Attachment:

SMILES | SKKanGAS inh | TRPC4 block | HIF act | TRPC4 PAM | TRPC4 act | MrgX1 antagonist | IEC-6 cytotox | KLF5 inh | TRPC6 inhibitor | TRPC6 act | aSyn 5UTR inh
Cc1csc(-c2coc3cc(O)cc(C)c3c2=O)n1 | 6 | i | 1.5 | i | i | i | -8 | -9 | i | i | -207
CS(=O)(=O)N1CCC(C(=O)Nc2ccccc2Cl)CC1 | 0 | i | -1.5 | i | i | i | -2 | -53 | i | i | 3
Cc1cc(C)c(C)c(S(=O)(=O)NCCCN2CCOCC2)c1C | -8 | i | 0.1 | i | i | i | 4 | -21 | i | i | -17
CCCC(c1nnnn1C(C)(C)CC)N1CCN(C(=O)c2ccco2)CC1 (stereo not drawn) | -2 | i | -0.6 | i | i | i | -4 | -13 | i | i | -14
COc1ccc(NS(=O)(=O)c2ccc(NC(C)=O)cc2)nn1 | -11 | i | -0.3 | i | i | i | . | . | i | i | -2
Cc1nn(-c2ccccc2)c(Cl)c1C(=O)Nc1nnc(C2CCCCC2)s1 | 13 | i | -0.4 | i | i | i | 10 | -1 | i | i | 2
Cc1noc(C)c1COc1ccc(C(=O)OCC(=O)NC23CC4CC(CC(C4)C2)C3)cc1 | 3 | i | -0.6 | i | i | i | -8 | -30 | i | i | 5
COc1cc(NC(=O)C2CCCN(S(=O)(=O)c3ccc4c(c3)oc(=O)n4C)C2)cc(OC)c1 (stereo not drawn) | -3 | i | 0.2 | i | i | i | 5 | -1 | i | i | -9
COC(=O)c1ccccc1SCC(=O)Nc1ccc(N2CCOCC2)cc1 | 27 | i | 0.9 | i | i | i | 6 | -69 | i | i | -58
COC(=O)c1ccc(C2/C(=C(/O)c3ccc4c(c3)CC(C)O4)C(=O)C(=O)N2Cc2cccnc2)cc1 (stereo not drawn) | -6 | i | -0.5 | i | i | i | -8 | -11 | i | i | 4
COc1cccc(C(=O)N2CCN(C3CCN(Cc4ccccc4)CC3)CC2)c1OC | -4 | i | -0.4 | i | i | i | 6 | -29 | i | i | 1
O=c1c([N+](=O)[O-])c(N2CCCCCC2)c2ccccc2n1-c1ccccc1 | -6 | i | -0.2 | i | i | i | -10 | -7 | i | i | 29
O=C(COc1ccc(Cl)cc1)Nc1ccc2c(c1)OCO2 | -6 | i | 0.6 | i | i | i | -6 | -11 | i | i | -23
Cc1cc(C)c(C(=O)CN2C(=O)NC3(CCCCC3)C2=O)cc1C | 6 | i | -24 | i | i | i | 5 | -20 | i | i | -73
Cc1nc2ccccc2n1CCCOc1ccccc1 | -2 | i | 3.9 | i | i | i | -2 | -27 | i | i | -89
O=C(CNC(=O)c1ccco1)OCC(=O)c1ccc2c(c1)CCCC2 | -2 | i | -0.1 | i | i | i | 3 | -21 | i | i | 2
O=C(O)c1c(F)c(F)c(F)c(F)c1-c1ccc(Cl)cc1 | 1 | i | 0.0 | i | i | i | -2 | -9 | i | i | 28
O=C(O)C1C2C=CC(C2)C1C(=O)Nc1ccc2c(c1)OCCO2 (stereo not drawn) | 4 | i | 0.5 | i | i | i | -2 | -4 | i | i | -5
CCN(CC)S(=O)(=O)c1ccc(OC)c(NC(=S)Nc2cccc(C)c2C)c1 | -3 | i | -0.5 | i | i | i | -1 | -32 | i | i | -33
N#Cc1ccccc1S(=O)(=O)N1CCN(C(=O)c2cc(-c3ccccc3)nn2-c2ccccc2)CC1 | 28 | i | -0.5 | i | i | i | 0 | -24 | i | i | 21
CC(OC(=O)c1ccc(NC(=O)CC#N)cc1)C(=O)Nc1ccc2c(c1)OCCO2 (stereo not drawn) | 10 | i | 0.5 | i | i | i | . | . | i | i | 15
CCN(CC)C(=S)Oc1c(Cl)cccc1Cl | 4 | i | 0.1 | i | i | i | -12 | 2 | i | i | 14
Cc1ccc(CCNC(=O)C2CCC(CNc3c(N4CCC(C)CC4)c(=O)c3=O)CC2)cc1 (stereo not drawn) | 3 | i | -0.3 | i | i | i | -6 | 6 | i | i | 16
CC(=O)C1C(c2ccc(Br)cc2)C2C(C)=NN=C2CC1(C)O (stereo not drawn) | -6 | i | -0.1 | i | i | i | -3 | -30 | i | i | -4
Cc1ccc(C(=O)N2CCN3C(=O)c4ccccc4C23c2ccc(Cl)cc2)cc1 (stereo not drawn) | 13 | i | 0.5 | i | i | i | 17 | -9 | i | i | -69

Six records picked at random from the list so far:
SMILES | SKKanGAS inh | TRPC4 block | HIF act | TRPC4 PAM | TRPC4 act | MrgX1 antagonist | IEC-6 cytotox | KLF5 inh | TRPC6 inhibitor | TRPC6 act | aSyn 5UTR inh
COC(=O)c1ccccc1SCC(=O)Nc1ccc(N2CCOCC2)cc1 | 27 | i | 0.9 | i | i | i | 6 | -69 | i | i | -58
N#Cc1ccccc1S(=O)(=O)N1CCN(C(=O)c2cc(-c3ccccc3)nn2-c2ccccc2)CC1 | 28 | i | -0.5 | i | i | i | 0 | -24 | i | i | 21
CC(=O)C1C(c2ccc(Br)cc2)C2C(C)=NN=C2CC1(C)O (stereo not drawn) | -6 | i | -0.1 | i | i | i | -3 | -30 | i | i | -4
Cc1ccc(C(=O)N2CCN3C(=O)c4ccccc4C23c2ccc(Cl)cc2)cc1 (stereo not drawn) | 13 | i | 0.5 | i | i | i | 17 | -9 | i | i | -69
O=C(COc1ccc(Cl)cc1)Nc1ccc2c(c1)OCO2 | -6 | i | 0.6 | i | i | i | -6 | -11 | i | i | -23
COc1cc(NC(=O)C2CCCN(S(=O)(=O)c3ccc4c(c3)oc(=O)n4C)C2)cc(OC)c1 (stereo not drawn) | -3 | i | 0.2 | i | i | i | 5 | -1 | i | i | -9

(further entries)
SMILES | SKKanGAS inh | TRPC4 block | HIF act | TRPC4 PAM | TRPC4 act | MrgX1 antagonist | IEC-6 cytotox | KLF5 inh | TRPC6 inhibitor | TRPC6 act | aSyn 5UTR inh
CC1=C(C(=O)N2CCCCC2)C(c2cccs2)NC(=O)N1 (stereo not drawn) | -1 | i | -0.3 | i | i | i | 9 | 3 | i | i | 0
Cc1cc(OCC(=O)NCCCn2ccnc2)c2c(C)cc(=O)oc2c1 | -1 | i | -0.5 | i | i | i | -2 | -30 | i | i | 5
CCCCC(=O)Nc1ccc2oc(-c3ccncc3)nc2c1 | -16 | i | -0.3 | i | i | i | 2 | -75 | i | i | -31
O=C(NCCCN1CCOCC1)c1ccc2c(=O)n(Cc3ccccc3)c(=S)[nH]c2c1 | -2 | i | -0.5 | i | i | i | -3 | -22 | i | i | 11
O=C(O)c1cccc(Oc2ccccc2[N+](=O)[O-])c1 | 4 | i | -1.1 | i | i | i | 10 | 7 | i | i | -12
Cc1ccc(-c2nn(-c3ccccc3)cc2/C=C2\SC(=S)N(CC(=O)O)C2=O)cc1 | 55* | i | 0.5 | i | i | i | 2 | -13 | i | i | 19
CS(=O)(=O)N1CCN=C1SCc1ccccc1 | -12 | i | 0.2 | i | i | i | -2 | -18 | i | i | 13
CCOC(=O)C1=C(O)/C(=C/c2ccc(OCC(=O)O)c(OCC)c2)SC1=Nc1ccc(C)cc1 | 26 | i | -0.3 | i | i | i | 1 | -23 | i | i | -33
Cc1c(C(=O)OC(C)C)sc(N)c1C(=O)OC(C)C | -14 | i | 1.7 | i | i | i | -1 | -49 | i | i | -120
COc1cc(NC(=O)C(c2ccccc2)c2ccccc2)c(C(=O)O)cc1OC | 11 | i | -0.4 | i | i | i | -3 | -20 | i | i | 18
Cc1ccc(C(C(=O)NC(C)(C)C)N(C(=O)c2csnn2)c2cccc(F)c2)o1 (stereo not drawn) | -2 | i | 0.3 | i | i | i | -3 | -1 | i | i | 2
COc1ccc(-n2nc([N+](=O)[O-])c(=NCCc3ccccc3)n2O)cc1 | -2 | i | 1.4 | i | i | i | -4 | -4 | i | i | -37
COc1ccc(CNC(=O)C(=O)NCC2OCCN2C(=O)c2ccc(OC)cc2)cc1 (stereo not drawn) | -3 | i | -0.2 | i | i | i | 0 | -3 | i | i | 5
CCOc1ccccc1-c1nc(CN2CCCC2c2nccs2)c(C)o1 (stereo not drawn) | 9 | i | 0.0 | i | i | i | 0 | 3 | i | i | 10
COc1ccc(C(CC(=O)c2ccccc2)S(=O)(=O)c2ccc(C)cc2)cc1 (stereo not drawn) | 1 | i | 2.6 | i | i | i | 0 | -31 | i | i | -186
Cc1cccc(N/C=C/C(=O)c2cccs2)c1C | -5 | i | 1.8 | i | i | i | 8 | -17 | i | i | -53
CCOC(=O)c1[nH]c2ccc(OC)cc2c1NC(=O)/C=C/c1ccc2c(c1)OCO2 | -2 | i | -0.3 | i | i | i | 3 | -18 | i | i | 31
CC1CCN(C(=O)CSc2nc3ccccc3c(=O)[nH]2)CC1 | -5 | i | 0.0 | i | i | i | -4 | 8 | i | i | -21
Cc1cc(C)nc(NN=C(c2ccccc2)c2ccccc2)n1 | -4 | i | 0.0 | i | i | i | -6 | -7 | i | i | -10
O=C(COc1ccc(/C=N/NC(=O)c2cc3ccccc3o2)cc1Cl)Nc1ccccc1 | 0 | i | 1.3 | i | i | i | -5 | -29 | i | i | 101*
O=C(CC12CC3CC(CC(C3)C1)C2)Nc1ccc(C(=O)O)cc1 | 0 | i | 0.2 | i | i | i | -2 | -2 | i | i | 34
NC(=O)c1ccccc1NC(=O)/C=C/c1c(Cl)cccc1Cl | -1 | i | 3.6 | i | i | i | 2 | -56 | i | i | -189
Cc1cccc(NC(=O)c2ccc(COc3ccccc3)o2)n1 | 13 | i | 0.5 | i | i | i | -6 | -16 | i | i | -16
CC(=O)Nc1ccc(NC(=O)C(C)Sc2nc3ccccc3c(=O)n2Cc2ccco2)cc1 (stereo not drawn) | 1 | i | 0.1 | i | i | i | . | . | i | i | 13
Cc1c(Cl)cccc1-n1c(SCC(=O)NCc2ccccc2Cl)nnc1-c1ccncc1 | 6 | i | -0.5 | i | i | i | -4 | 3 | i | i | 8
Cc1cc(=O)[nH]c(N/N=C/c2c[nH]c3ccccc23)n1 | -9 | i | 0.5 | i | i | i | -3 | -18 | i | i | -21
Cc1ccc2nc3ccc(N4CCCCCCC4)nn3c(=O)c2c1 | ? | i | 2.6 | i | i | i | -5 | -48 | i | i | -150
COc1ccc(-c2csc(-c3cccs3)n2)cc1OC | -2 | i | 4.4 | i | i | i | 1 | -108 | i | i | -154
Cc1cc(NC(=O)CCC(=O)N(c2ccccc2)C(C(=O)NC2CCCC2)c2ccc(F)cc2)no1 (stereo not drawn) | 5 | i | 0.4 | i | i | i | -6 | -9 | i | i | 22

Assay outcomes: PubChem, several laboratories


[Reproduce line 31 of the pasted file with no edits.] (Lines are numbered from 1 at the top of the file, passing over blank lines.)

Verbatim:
CC(=O)C1C(c2ccc(Br)cc2)C2C(C)=NN=C2CC1(C)O (stereo not drawn) | -6 | i | -0.1 | i | i | i | -3 | -30 | i | i | -4